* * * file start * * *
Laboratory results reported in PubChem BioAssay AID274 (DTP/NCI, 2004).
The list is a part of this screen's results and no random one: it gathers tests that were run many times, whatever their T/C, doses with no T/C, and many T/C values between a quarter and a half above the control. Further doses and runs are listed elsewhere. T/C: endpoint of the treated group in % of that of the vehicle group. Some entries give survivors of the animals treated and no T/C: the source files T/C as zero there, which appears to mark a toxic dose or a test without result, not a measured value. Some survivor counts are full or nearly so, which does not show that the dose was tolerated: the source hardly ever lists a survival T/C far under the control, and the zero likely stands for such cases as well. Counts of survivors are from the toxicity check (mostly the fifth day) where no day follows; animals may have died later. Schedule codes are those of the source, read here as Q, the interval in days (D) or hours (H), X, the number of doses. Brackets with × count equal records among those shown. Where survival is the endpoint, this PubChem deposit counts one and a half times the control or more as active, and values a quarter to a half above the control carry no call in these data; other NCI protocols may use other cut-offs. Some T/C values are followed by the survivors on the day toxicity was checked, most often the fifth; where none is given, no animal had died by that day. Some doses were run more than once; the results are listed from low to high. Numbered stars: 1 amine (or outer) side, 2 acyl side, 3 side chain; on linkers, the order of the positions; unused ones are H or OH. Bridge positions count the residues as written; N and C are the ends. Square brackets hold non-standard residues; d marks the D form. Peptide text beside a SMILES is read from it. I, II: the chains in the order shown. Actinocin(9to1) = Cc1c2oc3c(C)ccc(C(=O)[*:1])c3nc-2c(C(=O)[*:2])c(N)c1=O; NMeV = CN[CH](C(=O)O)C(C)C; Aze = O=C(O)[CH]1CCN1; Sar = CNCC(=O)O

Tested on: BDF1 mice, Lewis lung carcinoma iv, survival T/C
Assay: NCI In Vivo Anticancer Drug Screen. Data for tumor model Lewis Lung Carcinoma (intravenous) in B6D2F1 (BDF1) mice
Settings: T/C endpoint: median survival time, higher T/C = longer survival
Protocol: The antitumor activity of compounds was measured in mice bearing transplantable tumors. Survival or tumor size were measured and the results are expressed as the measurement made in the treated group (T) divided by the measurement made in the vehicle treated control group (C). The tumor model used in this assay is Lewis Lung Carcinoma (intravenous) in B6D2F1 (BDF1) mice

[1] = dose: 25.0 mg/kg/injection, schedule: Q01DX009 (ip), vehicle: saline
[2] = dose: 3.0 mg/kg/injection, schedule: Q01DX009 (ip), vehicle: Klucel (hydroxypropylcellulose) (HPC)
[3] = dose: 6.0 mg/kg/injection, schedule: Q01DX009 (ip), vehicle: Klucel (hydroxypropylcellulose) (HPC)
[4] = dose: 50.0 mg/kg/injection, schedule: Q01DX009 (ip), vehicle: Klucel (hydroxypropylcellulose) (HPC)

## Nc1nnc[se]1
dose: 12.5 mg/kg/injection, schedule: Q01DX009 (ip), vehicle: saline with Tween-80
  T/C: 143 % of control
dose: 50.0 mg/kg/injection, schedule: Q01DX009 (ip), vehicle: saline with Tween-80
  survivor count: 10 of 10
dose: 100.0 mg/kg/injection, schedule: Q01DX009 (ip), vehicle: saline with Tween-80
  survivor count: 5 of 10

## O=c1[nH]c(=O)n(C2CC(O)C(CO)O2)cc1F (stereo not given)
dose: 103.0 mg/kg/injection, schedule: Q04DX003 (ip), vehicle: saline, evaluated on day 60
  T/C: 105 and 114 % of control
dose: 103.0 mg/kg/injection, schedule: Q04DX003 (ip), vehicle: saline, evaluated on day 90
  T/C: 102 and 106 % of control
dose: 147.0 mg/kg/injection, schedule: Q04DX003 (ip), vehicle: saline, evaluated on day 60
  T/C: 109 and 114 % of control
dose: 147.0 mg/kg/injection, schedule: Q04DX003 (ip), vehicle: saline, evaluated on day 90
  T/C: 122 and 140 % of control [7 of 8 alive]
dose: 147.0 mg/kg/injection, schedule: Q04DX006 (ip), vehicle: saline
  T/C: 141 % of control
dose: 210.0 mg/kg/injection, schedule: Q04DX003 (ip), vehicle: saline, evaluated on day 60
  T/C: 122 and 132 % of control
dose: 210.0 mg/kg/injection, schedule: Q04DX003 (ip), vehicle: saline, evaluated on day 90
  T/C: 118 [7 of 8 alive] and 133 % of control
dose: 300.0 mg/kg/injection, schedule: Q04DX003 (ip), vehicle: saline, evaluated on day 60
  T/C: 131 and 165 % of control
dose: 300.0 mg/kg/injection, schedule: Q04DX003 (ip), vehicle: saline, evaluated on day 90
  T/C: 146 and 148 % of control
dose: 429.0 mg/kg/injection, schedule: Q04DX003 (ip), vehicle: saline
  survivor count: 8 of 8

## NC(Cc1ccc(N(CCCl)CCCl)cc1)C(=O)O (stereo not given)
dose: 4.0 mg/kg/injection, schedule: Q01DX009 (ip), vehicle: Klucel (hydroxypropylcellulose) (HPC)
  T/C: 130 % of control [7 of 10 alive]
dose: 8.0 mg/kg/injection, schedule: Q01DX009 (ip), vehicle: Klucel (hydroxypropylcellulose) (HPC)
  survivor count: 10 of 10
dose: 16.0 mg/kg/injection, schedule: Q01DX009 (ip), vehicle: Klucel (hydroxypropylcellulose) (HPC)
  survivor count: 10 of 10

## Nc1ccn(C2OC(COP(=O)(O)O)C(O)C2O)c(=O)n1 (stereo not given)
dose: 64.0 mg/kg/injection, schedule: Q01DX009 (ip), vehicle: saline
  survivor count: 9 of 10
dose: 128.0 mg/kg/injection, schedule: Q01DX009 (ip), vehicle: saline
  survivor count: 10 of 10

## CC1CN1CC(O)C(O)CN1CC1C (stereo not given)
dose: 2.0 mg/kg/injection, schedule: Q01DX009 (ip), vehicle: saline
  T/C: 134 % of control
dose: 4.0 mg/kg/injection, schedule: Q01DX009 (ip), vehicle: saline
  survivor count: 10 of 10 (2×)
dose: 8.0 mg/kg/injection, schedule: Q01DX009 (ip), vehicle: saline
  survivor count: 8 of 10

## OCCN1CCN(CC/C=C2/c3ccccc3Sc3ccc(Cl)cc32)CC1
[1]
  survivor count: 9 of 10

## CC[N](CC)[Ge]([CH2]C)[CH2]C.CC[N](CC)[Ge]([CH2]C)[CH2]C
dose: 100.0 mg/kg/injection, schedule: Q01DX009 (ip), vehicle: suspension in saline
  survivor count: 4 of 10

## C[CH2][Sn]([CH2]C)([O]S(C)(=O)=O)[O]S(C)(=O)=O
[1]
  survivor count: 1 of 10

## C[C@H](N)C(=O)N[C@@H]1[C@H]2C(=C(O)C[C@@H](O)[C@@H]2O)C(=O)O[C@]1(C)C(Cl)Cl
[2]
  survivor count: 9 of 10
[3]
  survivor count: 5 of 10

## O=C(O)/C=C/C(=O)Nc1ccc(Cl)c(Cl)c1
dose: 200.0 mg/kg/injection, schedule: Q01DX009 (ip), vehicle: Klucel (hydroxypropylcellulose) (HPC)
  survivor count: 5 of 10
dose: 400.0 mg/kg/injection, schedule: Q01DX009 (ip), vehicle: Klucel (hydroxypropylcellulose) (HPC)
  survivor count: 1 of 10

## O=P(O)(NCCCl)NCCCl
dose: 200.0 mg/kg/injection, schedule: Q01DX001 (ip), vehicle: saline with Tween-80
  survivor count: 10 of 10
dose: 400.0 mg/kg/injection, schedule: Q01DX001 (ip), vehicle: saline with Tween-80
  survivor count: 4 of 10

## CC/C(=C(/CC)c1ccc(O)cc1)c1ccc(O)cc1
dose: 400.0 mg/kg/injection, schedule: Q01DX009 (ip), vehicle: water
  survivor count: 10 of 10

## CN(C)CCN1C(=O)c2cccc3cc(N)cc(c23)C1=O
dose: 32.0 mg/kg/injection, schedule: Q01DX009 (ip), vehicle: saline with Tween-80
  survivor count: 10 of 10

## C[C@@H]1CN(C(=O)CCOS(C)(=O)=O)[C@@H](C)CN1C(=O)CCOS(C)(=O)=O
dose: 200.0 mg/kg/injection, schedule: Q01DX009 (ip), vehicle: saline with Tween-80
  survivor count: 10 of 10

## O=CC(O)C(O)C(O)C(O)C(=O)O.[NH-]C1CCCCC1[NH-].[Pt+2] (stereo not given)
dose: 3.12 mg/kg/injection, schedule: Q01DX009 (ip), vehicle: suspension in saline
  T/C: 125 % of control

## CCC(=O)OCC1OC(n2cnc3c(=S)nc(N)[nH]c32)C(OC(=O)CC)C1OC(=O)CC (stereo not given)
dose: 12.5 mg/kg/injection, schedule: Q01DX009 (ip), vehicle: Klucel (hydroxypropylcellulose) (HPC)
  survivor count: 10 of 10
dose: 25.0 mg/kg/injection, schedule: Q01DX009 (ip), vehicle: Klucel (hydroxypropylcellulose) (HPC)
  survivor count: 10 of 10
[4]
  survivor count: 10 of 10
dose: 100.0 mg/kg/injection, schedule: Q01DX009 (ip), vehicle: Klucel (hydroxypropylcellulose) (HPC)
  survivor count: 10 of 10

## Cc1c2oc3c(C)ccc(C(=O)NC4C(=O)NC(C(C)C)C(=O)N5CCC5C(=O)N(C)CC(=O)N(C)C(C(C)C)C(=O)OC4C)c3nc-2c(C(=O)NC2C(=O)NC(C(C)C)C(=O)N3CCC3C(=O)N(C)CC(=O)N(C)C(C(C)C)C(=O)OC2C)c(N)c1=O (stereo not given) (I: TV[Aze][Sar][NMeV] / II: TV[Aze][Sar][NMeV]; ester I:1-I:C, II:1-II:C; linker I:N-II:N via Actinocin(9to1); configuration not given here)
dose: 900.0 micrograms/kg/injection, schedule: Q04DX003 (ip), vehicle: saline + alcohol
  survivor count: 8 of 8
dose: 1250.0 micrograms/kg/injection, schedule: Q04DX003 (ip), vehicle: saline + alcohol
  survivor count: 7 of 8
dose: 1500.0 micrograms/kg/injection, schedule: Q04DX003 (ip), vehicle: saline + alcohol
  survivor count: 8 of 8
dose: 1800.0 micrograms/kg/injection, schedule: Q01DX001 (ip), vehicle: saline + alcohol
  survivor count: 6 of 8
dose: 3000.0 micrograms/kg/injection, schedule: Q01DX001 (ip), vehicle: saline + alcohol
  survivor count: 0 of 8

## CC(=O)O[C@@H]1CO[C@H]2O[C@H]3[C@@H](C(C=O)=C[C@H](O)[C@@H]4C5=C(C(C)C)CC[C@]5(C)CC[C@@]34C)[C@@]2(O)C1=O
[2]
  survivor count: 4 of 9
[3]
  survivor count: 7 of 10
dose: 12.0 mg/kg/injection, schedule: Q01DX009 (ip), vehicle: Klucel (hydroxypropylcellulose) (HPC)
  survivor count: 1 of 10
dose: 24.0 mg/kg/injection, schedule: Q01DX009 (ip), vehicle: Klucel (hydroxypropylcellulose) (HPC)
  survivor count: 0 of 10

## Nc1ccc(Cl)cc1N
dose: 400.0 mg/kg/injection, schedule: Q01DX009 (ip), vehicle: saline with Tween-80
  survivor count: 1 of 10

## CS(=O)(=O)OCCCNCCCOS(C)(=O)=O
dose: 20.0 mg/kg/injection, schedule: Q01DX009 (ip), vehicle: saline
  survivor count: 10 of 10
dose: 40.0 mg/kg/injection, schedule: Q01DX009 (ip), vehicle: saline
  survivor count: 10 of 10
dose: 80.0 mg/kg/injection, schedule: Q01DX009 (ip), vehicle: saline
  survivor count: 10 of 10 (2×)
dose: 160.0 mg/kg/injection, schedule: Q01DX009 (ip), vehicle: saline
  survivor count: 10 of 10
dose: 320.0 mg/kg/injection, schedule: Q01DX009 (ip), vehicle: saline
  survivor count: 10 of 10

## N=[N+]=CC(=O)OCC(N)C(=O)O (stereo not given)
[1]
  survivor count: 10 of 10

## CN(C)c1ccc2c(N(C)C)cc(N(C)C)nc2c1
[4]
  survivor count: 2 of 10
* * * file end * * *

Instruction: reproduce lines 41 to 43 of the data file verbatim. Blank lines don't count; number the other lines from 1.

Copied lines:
  T/C: 130 % of control [7 of 10 alive]
dose: 8.0 mg/kg/injection, schedule: Q01DX009 (ip), vehicle: Klucel (hydroxypropylcellulose) (HPC)
  survivor count: 10 of 10